Stephanie Beth Seminara, MD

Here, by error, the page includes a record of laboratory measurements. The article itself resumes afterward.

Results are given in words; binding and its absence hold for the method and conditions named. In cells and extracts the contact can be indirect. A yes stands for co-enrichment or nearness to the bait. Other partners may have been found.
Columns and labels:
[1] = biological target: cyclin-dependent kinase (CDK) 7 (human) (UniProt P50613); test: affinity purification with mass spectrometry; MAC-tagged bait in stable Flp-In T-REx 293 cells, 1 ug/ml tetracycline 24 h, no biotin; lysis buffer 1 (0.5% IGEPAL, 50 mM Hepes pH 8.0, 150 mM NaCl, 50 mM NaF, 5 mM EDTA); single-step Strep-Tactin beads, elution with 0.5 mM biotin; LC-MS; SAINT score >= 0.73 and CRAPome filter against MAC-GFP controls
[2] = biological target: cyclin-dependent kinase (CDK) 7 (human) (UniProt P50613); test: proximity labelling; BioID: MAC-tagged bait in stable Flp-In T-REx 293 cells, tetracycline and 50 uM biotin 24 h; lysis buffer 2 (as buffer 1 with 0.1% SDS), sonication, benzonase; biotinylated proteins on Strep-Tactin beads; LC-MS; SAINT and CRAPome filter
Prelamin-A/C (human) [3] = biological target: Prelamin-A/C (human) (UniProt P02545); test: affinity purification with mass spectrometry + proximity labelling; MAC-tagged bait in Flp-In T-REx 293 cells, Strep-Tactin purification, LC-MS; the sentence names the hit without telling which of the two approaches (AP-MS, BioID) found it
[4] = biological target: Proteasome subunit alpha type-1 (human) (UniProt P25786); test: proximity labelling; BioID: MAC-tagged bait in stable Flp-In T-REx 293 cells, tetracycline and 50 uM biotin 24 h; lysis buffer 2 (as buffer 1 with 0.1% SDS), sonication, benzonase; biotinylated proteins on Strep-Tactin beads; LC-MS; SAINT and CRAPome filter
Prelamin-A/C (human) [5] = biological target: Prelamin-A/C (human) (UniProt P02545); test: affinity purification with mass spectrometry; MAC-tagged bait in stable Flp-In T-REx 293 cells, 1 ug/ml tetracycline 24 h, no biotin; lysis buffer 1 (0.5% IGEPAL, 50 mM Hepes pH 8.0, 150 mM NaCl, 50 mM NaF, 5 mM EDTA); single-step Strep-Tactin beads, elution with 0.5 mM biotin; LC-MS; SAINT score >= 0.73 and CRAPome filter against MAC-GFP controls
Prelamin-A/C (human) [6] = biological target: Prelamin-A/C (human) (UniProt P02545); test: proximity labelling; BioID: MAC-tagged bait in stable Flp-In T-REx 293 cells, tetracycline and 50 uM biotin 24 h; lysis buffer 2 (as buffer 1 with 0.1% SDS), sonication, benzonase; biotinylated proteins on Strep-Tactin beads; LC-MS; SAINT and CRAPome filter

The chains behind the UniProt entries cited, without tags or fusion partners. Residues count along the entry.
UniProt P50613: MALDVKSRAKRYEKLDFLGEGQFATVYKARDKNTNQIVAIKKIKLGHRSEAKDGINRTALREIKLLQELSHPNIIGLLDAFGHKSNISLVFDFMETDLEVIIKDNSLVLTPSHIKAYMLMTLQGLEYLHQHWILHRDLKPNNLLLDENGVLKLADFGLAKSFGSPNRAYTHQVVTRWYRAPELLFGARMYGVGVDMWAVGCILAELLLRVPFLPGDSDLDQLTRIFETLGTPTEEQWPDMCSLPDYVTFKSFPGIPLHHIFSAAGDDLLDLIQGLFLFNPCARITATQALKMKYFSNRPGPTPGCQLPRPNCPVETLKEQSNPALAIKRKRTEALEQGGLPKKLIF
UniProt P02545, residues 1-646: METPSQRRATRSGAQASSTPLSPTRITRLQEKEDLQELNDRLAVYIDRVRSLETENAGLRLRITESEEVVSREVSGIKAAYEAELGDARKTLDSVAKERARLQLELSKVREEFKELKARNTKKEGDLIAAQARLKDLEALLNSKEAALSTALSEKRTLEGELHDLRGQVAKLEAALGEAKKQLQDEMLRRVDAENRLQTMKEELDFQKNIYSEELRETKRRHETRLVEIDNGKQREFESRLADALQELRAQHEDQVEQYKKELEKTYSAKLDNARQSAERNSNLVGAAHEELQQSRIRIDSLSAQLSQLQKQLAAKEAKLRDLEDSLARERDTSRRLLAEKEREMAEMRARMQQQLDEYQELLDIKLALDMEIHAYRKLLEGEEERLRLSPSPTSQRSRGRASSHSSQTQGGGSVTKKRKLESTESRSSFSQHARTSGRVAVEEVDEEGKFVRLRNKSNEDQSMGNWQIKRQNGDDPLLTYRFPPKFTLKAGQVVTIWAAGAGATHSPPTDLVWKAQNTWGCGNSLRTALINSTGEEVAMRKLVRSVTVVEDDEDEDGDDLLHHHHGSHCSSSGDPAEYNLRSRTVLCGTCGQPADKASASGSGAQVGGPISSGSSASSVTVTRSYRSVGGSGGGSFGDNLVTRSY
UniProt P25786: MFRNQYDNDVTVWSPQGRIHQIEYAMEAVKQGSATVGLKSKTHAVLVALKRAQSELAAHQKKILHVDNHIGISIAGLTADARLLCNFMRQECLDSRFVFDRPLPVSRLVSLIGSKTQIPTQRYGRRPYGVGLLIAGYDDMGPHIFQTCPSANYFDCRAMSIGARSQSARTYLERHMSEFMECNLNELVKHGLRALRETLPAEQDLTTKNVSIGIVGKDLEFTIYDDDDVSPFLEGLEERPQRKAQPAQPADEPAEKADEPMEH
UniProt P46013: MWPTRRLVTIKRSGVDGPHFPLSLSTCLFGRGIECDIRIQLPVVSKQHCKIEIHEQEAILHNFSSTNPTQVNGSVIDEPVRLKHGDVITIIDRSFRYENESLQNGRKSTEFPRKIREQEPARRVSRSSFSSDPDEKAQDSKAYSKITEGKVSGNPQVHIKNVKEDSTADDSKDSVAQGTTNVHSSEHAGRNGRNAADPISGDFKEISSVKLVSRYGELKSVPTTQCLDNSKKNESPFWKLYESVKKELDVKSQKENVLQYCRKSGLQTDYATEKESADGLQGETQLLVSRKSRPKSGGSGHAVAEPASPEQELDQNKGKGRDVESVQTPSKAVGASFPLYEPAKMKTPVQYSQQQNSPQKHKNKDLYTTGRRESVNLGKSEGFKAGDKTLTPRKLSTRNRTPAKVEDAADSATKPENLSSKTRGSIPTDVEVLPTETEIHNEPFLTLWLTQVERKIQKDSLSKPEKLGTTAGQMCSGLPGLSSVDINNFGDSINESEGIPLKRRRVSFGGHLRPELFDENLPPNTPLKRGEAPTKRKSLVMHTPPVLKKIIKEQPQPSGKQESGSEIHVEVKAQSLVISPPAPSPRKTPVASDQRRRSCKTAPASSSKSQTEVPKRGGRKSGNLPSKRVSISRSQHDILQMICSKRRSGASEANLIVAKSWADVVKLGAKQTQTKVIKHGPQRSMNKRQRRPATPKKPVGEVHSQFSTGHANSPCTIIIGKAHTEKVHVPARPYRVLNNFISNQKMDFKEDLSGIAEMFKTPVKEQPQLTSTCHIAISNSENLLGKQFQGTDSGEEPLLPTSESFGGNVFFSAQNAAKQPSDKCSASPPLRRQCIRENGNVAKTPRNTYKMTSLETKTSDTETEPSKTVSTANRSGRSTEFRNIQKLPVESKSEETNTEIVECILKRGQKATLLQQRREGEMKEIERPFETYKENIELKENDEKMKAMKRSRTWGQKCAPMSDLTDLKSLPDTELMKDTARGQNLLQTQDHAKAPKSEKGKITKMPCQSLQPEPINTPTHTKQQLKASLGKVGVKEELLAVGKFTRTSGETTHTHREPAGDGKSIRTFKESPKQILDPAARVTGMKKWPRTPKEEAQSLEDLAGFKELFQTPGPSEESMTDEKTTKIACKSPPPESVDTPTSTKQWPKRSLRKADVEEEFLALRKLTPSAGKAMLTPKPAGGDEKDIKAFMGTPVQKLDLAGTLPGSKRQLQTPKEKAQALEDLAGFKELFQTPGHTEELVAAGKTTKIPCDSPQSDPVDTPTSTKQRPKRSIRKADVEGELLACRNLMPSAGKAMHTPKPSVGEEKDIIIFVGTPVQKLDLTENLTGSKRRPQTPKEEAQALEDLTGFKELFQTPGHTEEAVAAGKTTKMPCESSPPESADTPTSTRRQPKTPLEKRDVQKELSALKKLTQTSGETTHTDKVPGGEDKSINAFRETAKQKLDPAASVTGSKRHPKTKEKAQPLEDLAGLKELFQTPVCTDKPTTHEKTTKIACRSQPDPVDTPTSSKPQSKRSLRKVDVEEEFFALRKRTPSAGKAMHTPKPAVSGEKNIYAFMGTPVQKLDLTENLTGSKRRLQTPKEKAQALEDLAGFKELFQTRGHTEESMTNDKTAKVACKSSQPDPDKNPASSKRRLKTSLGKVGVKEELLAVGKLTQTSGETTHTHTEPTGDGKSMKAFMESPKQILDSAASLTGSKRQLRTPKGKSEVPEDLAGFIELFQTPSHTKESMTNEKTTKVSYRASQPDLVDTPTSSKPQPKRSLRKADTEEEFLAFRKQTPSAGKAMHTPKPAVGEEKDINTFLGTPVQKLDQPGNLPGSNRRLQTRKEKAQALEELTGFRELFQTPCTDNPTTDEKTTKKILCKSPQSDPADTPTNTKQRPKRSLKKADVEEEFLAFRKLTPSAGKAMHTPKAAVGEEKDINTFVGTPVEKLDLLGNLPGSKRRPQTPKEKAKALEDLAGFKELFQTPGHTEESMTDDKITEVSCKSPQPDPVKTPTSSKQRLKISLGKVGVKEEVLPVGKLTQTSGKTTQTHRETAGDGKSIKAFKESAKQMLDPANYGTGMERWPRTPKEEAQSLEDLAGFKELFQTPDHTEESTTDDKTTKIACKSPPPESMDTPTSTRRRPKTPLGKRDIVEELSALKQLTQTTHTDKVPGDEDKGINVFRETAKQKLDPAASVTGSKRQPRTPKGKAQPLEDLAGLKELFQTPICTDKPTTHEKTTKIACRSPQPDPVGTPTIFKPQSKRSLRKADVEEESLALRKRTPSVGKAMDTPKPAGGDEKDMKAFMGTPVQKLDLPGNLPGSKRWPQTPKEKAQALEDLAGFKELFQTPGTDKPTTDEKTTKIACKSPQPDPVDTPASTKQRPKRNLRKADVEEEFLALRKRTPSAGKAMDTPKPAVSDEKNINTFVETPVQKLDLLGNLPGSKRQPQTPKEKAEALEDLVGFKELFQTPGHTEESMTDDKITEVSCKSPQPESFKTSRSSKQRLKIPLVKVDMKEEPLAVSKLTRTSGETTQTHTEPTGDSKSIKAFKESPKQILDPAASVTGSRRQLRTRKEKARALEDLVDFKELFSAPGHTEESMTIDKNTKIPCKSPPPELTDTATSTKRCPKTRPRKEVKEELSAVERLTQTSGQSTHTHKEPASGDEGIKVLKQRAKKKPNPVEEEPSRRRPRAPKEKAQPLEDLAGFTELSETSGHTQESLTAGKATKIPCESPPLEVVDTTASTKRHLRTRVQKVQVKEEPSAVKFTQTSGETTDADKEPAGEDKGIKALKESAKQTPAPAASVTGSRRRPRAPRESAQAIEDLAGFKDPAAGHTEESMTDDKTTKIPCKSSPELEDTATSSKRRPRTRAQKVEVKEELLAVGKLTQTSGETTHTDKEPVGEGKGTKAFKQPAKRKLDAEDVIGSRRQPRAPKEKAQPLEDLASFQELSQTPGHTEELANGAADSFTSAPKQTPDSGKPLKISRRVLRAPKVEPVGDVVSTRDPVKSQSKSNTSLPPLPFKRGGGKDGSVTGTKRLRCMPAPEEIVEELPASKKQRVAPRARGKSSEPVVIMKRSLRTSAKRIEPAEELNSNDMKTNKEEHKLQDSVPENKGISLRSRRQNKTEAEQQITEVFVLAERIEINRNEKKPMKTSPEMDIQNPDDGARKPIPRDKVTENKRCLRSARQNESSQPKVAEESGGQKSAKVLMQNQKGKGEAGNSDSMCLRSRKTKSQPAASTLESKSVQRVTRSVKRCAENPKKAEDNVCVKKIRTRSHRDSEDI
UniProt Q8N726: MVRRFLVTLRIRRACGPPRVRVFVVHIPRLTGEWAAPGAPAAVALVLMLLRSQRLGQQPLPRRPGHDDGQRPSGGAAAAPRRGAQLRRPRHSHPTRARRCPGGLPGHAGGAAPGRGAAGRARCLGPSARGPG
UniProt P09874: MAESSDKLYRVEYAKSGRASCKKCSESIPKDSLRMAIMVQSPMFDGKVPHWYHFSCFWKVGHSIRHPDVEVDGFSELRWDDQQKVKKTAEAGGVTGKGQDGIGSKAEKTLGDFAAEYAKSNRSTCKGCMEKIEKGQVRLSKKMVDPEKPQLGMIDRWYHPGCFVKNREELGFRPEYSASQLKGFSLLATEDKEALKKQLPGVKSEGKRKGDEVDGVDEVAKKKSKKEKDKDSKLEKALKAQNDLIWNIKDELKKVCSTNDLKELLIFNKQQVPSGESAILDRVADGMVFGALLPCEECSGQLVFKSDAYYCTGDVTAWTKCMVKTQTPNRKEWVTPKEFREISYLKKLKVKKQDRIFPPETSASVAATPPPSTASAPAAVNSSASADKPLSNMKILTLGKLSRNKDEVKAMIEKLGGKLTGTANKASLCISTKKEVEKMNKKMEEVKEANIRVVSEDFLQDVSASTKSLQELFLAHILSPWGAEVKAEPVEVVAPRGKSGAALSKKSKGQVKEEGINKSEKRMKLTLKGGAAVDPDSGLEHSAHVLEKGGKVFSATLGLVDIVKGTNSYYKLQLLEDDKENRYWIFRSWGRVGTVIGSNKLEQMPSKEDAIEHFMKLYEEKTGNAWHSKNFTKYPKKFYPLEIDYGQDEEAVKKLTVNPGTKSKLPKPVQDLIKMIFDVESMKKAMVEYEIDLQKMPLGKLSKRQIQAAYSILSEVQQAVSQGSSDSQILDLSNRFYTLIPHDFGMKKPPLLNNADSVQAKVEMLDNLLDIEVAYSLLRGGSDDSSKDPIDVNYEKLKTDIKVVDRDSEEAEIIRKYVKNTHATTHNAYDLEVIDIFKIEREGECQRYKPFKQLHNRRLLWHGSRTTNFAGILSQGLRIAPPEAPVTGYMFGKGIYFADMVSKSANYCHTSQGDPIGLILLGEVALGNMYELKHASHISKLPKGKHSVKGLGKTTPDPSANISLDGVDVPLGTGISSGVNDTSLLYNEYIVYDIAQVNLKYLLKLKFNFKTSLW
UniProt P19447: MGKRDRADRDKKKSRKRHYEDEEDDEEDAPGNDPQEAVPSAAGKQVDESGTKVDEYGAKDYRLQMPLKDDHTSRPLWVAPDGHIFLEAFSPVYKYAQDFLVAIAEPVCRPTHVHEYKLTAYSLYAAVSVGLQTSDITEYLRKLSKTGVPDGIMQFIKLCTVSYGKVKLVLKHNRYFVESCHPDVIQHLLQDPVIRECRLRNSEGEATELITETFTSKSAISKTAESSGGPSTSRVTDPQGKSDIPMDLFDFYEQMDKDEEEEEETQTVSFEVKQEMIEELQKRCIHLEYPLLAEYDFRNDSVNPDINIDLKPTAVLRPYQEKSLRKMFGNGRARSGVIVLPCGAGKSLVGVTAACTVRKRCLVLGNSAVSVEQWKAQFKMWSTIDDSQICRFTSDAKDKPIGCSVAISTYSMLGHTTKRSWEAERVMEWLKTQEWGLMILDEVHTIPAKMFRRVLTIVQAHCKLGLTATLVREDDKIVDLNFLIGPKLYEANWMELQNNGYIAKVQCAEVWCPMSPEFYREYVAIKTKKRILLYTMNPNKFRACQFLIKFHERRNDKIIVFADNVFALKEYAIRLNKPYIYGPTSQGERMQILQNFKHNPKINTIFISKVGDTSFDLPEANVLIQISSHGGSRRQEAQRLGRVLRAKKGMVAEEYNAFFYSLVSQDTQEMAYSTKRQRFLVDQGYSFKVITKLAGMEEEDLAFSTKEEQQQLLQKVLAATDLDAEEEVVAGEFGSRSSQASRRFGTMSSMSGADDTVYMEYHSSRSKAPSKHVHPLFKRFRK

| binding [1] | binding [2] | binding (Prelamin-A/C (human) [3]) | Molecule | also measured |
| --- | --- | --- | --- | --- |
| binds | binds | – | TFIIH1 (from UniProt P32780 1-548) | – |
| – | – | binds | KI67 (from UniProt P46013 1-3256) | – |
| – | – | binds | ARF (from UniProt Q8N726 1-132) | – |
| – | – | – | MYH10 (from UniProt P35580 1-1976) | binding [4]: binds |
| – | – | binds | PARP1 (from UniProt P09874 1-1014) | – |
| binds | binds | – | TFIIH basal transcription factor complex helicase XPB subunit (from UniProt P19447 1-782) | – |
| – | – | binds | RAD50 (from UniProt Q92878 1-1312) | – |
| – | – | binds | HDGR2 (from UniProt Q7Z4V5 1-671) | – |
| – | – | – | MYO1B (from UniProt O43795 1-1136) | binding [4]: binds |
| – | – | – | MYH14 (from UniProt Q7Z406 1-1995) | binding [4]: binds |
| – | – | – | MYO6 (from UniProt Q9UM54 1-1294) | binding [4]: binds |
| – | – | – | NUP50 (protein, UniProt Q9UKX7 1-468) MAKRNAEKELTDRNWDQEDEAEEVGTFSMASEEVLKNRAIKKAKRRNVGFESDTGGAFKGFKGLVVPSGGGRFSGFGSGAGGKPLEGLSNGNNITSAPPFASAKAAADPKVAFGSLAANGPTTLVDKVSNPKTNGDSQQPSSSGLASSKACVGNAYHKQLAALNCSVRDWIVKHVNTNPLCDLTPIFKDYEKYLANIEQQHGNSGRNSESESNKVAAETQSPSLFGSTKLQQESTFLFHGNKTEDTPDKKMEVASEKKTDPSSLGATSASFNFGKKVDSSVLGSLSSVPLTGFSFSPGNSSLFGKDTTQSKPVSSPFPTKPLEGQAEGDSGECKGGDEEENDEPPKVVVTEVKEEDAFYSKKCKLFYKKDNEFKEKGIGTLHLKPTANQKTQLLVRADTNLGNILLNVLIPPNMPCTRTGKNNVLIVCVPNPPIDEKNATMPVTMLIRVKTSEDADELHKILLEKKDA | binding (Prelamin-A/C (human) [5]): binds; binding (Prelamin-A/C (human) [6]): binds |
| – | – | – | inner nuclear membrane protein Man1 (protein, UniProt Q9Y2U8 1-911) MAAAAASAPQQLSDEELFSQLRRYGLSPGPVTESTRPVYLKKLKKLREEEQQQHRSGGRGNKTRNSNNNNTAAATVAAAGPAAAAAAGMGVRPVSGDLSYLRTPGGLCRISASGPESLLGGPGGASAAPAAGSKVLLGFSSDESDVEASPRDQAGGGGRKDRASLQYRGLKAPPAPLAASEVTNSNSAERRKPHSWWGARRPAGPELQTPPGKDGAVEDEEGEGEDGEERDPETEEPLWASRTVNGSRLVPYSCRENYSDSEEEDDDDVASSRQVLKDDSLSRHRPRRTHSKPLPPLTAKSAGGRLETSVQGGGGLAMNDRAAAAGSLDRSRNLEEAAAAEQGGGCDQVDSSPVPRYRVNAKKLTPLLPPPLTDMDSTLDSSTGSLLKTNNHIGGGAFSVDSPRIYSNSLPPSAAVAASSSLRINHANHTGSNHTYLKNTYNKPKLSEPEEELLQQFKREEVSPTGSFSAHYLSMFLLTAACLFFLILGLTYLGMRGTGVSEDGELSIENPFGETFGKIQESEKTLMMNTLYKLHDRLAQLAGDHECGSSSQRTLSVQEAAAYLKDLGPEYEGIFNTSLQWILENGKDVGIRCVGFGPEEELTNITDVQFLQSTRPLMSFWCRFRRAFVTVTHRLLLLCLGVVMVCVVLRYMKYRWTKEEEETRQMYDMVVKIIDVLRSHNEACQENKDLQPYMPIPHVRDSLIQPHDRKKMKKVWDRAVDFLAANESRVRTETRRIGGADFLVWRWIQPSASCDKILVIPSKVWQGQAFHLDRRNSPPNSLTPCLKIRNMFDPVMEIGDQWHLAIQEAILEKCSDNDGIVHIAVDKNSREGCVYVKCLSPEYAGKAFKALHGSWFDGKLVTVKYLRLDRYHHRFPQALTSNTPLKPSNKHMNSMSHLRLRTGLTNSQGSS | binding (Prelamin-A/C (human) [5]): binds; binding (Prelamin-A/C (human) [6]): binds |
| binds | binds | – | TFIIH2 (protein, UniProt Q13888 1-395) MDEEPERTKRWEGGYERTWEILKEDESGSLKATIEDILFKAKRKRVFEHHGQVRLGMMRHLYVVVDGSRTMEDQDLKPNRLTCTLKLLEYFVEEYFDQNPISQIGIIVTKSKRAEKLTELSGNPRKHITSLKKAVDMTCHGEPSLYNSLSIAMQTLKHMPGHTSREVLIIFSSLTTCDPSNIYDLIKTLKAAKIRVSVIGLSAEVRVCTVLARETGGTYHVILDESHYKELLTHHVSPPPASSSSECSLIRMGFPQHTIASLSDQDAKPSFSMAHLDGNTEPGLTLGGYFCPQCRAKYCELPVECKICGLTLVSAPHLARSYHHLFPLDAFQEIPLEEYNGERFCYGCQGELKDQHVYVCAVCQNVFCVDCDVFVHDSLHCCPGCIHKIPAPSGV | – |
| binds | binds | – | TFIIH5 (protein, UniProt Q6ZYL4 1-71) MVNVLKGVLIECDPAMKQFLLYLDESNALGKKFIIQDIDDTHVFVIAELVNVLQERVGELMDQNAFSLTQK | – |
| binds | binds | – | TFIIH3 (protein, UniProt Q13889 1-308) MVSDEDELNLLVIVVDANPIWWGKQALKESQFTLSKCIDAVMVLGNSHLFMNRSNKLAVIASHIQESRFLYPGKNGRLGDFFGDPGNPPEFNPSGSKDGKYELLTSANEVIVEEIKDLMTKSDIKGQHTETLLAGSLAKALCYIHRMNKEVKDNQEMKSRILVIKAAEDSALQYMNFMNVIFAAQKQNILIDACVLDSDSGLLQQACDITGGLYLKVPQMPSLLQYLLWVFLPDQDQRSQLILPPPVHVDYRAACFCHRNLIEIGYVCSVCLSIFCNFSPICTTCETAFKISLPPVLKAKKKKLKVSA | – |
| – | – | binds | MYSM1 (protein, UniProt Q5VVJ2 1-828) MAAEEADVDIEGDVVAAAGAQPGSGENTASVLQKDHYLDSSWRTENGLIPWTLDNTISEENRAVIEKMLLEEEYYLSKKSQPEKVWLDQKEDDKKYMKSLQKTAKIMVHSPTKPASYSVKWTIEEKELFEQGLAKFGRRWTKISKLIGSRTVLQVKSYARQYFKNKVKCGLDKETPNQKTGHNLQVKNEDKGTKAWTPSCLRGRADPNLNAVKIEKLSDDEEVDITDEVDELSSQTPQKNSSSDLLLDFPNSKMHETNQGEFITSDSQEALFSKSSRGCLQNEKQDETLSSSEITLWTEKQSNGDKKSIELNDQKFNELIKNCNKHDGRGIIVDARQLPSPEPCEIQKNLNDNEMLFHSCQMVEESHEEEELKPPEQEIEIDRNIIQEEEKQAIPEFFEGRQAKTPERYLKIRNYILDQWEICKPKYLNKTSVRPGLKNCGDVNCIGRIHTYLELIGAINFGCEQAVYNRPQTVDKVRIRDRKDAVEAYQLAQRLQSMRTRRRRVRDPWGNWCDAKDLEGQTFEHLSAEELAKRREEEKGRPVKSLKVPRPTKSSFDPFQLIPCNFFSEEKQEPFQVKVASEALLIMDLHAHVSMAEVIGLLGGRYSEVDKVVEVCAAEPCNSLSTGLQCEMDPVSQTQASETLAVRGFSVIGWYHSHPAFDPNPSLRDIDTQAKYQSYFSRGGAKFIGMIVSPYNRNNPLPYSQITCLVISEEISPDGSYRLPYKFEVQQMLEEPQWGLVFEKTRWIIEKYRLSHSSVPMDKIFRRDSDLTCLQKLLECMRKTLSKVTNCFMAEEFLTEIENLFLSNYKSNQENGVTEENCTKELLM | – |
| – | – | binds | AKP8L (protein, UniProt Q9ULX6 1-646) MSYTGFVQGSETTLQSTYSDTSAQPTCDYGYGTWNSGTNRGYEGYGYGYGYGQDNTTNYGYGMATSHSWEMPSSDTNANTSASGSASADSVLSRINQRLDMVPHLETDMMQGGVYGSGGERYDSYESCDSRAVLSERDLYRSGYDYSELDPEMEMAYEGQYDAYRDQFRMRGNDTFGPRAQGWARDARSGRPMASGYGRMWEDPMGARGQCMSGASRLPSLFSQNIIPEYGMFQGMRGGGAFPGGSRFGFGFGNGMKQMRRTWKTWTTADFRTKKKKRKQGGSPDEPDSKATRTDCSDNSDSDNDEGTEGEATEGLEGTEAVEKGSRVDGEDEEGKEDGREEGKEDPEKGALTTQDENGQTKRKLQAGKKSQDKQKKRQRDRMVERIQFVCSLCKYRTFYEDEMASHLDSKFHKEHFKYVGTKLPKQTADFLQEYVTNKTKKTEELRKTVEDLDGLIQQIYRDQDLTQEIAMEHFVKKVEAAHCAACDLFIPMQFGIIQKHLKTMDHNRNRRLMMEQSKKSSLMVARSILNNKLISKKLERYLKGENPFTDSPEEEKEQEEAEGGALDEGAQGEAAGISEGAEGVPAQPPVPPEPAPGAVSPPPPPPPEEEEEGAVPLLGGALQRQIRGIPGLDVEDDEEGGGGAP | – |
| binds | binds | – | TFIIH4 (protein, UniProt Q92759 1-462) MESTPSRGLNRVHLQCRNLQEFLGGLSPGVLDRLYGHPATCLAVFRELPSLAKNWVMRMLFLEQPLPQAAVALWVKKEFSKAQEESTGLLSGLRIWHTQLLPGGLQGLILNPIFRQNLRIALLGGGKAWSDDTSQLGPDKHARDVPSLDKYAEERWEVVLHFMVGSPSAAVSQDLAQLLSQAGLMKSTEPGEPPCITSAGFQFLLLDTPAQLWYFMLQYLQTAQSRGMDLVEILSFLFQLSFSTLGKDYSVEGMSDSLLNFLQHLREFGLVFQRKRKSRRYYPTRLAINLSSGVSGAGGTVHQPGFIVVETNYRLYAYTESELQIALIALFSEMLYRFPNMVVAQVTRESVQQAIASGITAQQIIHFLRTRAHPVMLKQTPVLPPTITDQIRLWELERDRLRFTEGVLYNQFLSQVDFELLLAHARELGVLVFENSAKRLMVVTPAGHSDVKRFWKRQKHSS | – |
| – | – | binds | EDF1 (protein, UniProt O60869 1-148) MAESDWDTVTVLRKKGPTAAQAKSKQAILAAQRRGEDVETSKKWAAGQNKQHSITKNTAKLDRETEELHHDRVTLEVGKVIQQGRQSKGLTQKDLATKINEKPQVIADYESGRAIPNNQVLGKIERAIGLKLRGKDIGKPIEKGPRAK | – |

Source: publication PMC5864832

Dr. Seminara’s research focuses upon the genes which modulate GnRH secretion from the hypothalamus. GnRH controls pulsatile gonadotropin secretion, modulates gonadal steroid feedback, and brings about full fertility in the adult. However, the genetic modulators that turn on GnRH secretion at the time of puberty and sustain the physiological amplitude and frequency so essential for normal reproductive function remain unclear. Dr. Seminara and her team have utilized genetic tools in patients with GnRH deficiency (i.e., idiopathic hypogonadotropic hypogonadism [IHH]), and discovered that, in both the human and the mouse, mutations in the G protein-coupled receptor GPR54 cause hypogonadotropic hypogonadism and failure to enter puberty. Kisspeptin, the ligand for GPR54, is now appreciated to be a critical gatekeeper that integrates several central and peripheral signals necessary for normal GnRH release. Dr. Seminara has developed a translational research program to study the physiology of the kisspeptin/GPR54 pathway as well as continuing her efforts in novel gene discovery. She has elaborated genotype-phenotype correlations for patients with mutations in GPR54, and worked to demonstrate that gain of function mutations in GPR54 can be a cause of central precocious puberty. She has created mice with targeted deletions of both Gpr54 and its ligand, Kiss1, to explore the physiology of this pathway in the rodent. She has collaborated with primate investigators to demonstrate that continuous kisspeptin administration down regulates the reproductive cascade, thereby making it a therapeutic target for reproductive disorders. She is now poised to bring her investigations back to the human model, completing the translational research cycle.